Jason Croft of Taylorsville plans to open Haw Holler Barbecue - a new family style restaurant - in the building that formerly housed The Little Italy at 110 Sycamore Grove in Rockmart.
The name, Hawg Holler, was selected for 2 reasons: It is unique and can be easily remembered. It is also a creation of the restaurant’s owner.
He hopes to hold two soft openings prior to the formal opening in early October. Hours for the new business will be from 11 a.m. to 9 p.m. Wednesday to Sunday. The phone number is 678-883-9299.
Special barbecue items will be added to the menu for people who enjoy the way meat is prepared in the south. These include ribs, chopped pork, turkey breast, macaroni and cheese, slaw, baked or mashed potatoes and potato salad. Prices will range from $5 to $20, according to Croft.
Families with children will find a kid friendly menu which includes barbecue sandwiches, hot dogs and hamburgers. Each youngster will receive a pig nose that can be worn inside the restaurant. This is part of the fun for children at birthday parties offered at the new business.
Croft be-lieves that friendly, courteous service is a must in any business, especially one that serves all ages.
“I support my staff 100 percent of the time,” he said. “The dividend of treating others like you want to be is treated is satisfied people who will return for another meal. Happy staff is reflected the number of customers that return time and again.”
Croft has a family history in the food industry that dates back to a childhood in a small Georgia community near the Florida border. His parents are Larry Croft and Sandy Dalton and grandparents are Claude and Nolie Croft.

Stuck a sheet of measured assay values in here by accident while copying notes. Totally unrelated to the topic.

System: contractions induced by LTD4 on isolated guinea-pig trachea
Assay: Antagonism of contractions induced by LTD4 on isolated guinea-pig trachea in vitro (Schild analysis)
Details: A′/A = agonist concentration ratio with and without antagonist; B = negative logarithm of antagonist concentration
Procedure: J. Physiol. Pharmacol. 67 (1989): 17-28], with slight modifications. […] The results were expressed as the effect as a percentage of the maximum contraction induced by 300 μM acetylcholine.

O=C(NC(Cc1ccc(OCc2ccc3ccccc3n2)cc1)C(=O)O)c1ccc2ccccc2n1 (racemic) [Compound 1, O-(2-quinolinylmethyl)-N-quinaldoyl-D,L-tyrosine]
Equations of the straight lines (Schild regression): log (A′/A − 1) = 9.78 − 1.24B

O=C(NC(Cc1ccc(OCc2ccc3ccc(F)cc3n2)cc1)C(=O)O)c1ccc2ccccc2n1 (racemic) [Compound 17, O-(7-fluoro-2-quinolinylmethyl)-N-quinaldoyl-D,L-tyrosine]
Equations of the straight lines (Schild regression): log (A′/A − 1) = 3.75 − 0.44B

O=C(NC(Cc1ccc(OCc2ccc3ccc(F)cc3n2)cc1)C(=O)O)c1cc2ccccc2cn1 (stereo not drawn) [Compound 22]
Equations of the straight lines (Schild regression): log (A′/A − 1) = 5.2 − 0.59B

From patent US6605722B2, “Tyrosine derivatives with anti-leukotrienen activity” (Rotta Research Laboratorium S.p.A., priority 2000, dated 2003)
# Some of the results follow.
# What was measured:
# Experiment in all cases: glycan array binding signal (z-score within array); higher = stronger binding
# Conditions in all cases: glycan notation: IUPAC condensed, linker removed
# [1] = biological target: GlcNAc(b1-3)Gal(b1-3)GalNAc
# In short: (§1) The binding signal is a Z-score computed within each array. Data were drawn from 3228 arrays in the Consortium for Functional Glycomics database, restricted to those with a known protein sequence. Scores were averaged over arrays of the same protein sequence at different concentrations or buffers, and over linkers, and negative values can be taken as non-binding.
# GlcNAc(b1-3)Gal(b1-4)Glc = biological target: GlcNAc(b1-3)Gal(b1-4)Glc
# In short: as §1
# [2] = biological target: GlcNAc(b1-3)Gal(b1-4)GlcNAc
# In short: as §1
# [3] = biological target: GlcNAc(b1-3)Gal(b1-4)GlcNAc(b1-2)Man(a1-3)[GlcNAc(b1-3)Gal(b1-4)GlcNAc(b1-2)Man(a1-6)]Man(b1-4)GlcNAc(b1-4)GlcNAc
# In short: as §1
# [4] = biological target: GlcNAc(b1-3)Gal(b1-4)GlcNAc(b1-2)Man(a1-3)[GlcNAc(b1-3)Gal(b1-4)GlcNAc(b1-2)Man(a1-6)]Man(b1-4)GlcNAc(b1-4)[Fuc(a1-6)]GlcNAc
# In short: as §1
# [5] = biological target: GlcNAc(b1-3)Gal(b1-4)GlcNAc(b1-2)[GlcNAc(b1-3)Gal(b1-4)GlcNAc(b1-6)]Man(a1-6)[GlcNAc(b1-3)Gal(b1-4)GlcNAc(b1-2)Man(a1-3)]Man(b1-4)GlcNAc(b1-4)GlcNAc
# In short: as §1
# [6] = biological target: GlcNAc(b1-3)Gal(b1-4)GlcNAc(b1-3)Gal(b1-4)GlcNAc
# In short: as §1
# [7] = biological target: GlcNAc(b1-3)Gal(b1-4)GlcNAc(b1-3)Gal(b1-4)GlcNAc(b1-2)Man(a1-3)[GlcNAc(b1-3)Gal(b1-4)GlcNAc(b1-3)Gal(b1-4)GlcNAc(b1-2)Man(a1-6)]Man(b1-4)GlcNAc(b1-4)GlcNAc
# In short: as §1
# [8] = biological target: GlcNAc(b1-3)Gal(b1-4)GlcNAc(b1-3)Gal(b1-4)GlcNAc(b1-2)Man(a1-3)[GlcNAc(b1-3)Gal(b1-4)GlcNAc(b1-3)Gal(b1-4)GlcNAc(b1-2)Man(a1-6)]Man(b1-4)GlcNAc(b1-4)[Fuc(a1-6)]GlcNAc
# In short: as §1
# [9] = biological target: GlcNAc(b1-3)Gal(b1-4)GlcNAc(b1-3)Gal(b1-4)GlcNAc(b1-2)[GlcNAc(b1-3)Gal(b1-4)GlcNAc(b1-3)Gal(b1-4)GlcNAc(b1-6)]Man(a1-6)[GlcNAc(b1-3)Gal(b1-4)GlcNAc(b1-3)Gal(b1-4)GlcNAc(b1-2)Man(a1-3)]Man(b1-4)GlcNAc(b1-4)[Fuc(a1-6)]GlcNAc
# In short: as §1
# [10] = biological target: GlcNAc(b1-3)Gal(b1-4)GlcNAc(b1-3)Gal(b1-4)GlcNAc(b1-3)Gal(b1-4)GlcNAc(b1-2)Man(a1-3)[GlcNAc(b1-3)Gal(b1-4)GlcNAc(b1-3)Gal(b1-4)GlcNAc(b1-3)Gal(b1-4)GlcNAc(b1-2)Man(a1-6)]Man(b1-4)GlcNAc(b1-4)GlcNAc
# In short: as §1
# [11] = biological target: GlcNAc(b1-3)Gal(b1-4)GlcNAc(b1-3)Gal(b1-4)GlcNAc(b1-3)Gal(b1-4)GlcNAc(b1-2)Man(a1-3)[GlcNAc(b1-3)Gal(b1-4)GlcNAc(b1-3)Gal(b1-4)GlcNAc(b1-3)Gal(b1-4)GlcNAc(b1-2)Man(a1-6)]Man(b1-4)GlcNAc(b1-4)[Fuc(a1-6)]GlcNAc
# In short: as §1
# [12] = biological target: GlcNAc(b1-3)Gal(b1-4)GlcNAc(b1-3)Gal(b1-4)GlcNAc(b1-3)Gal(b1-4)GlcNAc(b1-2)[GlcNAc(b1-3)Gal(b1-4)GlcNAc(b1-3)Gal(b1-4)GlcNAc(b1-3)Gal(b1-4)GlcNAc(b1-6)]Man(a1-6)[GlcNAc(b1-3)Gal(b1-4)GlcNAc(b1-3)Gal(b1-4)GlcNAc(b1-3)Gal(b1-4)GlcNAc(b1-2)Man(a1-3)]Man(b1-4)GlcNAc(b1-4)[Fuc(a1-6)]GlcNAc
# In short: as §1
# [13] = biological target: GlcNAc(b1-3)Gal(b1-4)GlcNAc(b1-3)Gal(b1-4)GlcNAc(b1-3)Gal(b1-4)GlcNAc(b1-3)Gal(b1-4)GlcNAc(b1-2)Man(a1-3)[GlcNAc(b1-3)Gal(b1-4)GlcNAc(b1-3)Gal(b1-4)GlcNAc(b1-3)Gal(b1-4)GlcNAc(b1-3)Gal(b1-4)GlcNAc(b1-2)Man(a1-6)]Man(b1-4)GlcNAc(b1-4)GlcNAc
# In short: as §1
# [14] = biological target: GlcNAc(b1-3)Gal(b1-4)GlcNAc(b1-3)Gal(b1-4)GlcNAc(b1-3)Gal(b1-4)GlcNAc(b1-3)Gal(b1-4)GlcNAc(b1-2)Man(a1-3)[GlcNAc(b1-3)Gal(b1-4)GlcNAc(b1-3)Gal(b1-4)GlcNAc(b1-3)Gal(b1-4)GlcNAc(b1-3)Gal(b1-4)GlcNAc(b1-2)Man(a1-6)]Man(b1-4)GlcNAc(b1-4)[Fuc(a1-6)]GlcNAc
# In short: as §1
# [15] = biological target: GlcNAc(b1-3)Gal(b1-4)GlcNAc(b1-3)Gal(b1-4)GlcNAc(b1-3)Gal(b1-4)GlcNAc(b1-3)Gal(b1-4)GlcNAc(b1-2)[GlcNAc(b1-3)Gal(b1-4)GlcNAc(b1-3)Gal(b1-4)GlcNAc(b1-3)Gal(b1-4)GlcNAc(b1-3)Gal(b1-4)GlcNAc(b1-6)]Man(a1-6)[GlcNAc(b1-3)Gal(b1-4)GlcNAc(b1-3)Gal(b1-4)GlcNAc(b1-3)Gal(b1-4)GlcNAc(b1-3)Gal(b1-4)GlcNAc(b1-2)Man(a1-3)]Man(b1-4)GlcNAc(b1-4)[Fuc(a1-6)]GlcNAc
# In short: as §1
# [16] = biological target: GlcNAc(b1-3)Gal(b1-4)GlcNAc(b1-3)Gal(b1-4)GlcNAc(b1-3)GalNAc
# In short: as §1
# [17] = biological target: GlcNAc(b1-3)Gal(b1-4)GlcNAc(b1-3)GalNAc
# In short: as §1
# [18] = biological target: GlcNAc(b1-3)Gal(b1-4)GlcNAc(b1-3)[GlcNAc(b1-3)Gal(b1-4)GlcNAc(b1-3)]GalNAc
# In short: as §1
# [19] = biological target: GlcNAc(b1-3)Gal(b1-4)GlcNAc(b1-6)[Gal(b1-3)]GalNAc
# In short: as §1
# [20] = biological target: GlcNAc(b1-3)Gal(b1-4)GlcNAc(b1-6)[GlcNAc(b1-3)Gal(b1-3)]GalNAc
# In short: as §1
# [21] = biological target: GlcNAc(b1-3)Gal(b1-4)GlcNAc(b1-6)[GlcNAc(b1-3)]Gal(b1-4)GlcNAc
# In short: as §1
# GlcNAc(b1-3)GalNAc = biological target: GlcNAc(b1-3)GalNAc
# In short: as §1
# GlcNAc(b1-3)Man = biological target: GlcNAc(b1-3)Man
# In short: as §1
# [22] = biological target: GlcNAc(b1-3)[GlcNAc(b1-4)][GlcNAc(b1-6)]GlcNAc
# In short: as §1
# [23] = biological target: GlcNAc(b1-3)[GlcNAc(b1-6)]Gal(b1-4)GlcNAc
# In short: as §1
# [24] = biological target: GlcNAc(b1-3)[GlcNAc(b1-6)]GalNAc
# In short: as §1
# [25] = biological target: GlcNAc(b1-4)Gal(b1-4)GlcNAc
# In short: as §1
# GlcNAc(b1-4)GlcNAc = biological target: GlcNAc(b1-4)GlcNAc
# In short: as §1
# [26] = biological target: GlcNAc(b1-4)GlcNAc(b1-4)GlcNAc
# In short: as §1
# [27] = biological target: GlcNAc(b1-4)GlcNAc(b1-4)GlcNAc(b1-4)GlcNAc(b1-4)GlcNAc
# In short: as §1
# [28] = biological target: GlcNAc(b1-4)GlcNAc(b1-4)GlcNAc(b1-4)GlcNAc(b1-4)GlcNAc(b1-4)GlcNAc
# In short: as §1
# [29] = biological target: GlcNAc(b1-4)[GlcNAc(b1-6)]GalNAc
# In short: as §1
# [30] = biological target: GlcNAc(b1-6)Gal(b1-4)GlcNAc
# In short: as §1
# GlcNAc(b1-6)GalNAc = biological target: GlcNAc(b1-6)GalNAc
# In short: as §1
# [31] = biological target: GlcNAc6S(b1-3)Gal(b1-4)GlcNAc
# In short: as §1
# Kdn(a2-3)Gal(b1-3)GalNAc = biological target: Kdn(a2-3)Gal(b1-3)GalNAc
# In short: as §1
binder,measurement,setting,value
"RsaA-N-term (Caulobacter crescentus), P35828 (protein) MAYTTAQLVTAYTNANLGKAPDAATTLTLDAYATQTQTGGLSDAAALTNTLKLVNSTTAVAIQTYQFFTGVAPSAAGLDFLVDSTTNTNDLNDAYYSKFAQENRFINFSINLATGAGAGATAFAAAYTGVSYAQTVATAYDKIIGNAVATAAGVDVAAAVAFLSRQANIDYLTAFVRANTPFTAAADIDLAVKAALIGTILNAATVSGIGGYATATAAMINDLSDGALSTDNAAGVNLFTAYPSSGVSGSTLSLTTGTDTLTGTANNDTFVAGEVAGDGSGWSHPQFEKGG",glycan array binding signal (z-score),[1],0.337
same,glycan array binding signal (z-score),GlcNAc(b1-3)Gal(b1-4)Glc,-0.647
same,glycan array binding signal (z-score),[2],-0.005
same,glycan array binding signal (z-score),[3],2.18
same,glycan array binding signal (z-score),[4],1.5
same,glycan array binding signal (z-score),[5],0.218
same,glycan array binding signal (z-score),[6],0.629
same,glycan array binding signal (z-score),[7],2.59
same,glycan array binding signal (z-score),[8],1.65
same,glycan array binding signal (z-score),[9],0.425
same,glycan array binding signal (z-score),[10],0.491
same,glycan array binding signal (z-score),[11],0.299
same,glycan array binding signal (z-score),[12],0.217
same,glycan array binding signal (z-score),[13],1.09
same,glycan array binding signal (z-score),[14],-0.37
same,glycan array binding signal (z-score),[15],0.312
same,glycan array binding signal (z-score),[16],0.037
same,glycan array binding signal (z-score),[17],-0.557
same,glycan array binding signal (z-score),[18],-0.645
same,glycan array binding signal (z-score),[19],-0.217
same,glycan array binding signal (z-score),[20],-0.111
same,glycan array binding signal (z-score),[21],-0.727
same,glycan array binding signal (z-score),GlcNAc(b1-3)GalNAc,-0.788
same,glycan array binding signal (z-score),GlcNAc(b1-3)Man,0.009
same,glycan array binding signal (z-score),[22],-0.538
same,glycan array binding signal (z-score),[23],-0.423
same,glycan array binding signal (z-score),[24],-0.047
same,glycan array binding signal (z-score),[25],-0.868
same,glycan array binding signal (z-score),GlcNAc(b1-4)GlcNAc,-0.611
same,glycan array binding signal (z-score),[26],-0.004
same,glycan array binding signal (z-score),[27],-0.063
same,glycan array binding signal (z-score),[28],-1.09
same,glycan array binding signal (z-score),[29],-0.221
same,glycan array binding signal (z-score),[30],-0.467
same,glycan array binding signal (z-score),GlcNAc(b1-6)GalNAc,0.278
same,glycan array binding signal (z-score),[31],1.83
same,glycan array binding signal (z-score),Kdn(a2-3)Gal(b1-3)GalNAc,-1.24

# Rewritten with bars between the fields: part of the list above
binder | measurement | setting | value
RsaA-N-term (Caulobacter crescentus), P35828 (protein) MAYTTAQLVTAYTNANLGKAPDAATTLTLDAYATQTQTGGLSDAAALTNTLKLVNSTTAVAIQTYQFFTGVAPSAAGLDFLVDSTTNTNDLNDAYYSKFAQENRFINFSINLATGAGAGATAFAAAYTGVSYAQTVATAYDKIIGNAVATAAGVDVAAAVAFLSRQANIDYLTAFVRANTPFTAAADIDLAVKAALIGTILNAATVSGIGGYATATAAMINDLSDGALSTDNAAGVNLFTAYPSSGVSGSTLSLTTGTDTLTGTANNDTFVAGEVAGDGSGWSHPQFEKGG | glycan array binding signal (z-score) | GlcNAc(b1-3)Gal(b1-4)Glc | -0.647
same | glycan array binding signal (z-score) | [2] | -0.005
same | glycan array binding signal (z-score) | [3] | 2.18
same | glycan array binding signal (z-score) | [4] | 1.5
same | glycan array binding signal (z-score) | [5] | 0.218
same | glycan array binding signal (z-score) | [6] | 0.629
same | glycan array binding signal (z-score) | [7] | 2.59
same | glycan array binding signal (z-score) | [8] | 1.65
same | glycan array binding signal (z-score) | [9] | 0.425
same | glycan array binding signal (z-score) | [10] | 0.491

“My grandfather Claude was a Methodist minister and my grandmother Nolie was known for her hospitality and the great meals she prepared on Sunday after church,” he said. “I can still remember the smells, taste and fellowship we shared in their home.”
Croft admits he is not a baker, but smiles with pride when he talks about his wife Kristy’s talent when preparing treats like cake, pies and other sweets.
“I don’t bake, but I can cook,” he said. “My experience of preparing a variety of dishes will be applied to our business,” he said.
Croft has been involved in all aspects of the industry, which includes opening restaurants at 13 different locations in communities such as Douglasville.
“I started working in family restaurants when I was 17,” he said. “I am known as a butcher and can carve and cut to fit any menu requirement.”
Family members included in the new business are brothers Paul Elliott and Adam Croft.
“It is a team effort,” they agreed with an exchanged look and laughter.
The invitation to visit the new restaurant after it opens in early October is “come and give us a try.”